- Cédric Archambeau (University College London – UK / Amazon – Berlin – Germany) - Latent IBP Compound Dirichlet Allocation: Sparse Topic Models Fit for Natural Languages.
Probabilistic topic models such as latent Dirichlet allocation are widespread tools to analyse and explore large text corpora. They postulate a generative model of text which ignores its sequential structure, but has been proven to be sufficient to capture the underlying semantics. However, the generative model is unable to handle out-of-vocabulary words and does not account for the power-law distribution of the vocabulary of natural languages. Among others, this leads in practice to the creation of an unnecessary large number of topics when modelling corpora of increasing size. We tackle this problem by introducing a probabilistic topic model based on the four-parameter IBP compound Dirichlet process, a stochastic process that generates sparse nonnegative vectors with potentially an unbounded number of entries. We call this new model the latent IBP compound Dirichlet allocation (LIDA), which enables us to model power-law distributions, both, in the number of topics summarising the documents and in the number of words defining each topic. It can be interpreted as a sparse variant of the hierarchical Pitman-Yor process when applied to topic modelling. We derive an efficient and simple collapsed Gibbs sampler closely related to the collapsed Gibbs sampler of latent Dirichlet allocation (LDA), making the model applicable in a wide range of domains. Our nonparametric Bayesian topic model compares favourably to the widely used hierarchical Dirichlet process and its heavy tailed version, the hierarchical Pitman-Yor process, on benchmark corpora. Experiments demonstrate that accounting for the power-distribution of real data is beneficial and that sparsity provides more interpretable results.
This is joint work with Balaji Lakshminarayanan and Guillaume Bouchard.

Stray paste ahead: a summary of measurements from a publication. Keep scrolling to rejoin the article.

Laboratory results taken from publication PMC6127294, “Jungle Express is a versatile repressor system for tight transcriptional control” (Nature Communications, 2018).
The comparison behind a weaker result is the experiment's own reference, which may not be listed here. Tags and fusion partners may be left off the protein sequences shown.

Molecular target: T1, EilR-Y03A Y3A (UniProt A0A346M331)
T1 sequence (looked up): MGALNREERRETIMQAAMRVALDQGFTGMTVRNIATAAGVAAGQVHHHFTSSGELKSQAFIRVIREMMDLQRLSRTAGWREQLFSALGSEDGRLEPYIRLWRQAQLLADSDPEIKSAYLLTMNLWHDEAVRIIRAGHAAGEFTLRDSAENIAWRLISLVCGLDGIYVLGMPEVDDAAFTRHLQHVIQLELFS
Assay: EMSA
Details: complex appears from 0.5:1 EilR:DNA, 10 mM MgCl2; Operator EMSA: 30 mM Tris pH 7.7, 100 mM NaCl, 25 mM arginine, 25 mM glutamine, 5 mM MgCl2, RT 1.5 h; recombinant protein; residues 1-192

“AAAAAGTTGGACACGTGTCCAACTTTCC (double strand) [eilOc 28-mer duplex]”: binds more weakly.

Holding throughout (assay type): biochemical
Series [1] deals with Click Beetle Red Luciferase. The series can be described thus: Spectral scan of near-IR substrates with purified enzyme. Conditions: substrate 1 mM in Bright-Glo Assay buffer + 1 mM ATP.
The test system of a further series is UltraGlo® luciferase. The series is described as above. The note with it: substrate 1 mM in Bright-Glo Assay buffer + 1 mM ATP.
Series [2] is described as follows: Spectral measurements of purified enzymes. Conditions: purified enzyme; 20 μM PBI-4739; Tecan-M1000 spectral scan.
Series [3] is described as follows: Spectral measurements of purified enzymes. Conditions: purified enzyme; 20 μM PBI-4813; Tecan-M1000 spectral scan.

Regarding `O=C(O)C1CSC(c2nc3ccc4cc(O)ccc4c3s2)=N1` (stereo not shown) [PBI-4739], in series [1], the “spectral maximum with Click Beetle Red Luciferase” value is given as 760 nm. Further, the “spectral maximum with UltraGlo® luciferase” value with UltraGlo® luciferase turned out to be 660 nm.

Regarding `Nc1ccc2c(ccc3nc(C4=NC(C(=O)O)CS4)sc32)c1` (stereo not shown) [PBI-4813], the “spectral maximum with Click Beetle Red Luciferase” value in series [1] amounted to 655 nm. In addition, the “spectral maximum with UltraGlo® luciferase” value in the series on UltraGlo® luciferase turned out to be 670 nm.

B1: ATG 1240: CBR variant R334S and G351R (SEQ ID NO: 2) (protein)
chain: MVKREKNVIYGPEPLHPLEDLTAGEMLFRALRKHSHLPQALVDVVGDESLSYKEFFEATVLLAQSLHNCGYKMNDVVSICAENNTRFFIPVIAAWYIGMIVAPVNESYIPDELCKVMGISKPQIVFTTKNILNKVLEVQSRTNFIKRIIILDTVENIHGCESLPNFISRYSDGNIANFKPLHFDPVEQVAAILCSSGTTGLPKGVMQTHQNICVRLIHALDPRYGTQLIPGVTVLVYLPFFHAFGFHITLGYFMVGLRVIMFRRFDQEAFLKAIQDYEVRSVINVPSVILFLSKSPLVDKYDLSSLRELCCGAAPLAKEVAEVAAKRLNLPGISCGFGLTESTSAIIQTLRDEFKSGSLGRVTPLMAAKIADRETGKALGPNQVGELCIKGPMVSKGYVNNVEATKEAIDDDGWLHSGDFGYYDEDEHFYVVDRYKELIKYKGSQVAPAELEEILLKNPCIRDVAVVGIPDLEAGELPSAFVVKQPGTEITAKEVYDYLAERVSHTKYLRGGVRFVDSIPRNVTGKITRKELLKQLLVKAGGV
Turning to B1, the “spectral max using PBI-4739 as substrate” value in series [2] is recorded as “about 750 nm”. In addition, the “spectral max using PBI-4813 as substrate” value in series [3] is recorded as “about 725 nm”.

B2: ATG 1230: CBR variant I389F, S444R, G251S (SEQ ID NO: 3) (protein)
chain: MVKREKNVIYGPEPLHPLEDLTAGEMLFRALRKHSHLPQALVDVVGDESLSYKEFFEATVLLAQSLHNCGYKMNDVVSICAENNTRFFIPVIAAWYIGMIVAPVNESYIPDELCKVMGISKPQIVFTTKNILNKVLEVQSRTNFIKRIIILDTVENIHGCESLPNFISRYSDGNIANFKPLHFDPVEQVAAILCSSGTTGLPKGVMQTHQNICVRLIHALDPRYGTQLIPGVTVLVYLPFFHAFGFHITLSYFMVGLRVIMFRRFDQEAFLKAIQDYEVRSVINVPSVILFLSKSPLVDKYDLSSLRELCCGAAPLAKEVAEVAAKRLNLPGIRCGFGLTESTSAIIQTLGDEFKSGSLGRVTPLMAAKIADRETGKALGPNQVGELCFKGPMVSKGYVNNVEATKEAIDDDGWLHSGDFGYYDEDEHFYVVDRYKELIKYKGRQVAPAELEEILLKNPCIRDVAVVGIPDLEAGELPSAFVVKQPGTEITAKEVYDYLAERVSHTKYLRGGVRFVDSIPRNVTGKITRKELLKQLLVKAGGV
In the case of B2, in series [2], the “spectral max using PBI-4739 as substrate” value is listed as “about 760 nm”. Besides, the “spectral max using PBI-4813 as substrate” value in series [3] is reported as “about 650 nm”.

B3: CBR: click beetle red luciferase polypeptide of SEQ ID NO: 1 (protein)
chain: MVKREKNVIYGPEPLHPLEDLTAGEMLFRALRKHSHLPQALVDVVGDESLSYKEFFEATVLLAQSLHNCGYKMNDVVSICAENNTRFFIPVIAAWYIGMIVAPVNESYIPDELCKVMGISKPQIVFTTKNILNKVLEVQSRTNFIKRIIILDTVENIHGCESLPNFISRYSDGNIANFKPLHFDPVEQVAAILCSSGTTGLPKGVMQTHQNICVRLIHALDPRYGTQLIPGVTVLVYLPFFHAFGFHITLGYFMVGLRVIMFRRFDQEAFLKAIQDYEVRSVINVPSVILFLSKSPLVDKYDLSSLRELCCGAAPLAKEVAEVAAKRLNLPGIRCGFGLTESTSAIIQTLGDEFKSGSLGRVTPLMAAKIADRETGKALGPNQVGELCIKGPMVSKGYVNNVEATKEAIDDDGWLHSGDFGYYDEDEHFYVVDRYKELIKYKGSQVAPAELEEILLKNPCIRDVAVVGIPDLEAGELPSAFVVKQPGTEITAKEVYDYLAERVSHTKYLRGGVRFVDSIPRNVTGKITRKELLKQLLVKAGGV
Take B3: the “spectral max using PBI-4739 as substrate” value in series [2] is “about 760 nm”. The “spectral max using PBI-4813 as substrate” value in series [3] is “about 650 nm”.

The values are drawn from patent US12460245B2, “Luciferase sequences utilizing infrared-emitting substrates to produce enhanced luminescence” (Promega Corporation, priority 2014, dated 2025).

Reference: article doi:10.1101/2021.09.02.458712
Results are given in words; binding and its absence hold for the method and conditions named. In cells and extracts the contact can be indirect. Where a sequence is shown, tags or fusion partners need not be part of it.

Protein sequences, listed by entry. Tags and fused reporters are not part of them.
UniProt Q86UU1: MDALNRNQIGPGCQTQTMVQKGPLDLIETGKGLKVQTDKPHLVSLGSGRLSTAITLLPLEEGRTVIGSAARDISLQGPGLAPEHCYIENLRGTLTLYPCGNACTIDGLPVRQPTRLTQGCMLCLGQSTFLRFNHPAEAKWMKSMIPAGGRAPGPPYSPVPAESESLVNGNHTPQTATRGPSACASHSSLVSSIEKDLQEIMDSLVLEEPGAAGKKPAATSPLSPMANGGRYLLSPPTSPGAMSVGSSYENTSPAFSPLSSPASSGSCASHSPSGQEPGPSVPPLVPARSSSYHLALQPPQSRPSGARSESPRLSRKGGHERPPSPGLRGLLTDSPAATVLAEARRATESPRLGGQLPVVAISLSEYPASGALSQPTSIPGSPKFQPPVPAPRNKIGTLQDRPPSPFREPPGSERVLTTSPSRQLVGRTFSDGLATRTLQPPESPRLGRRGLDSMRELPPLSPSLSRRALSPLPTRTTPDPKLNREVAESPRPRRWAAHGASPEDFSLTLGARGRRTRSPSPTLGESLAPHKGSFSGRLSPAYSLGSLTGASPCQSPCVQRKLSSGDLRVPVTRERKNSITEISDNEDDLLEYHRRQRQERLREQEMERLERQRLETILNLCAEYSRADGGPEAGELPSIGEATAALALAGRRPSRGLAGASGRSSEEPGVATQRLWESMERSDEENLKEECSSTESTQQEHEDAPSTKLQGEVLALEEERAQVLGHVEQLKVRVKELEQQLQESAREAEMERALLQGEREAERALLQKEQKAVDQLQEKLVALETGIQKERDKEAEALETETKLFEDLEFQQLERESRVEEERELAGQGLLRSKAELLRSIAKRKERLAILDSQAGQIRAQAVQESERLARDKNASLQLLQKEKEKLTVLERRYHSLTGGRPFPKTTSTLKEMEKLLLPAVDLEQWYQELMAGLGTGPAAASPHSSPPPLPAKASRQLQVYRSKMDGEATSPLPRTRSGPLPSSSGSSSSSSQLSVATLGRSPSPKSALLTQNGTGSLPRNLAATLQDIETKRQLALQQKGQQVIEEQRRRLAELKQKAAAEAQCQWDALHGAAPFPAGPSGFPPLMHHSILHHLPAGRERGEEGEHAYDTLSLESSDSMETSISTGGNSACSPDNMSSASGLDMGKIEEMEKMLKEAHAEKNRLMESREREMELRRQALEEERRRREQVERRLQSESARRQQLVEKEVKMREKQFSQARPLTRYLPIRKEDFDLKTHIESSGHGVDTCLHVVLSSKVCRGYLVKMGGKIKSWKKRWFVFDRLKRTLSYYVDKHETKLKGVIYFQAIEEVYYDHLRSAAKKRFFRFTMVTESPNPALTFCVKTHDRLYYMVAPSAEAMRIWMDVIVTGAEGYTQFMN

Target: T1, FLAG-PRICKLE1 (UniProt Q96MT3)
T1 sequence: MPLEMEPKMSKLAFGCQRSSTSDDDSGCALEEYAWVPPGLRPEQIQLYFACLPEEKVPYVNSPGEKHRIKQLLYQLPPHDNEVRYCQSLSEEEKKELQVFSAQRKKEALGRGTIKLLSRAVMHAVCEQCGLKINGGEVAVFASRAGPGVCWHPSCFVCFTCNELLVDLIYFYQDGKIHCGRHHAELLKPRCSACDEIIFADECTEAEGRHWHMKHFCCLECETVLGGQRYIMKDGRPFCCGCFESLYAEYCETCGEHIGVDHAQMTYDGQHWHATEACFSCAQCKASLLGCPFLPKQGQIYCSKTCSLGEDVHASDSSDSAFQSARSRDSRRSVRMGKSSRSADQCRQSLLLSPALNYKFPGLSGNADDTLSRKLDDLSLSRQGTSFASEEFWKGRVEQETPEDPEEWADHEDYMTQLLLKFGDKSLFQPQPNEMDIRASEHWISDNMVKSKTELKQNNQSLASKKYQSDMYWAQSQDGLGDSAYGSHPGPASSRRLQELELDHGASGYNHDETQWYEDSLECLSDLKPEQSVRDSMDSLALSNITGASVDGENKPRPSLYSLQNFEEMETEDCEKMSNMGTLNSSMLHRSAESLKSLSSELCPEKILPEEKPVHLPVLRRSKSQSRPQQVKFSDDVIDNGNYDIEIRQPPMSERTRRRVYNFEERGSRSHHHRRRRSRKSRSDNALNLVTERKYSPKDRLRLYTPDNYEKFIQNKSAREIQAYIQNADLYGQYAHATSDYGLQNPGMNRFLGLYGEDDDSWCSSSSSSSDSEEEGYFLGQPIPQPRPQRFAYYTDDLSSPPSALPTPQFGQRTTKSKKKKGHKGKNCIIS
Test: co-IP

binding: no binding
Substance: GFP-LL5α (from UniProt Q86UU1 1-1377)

- Julien Velcin (ERIC / Université Lyon 2 – Lyon – France) – Joint extraction of topics and sentiments
Faced with all the “big” data generated by users through the Web and the social media, we need efficient techniques to provide us with overviews such as categories and trends. Useful summaries can be calculated on textual data by using topic models, such as Latent Dirichlet Allocation (LDA) and variants able to deal with temporal dynamics (DTM, TOT). Besides, it turns out that topic models are also able to integrate the modeling of sentiments expressed towards these topics (ASUM, JST). Topic modeling and sentiment analysis (or opinion mining) are two popular tasks that have been treated separately in the past, even though they are complementary: sentiments usually target topics and topics can be the basis of subjective positions. In this talk, I will first give a brief overview on the various ways topics and opinions have been modeled together. I will then present an attempt to jointly extract topics and sentiments by extending the classical probabilistic LDA model. Based on two case studies experiments, I will show that our model named TTS is more fitted to capture the overall dynamics of the opinions expressed on short messages. In addition, I will show how such an hybrid topic-opinion model has been recently used to address the task of stock market prediction.
- Quentin Pleplé (EPSI, Big Datext et Short Edition – Grenoble – France) – Interactive Topic Modeling
Topics discovered by the latent Dirichlet allocation (LDA) method are sometimes not meaningful for humans. The goal of our work is to improve the quality of topics presented to end-users. We present a novel method for interactive topic modeling. The method allows the user to give live feedback on the topics, and allows the inference algorithm to use that feedback to guide the LDA parameter search. The user can indicate that words should be removed from a topic, that topics should be merged, and/or that a topic should be split, or deleted. After each item of user feedback, we change the internal state of the variational EM algorithm in a way that preserves correctness, then re-run the algorithm until convergence. Experiments show that both contributions are successful in practice.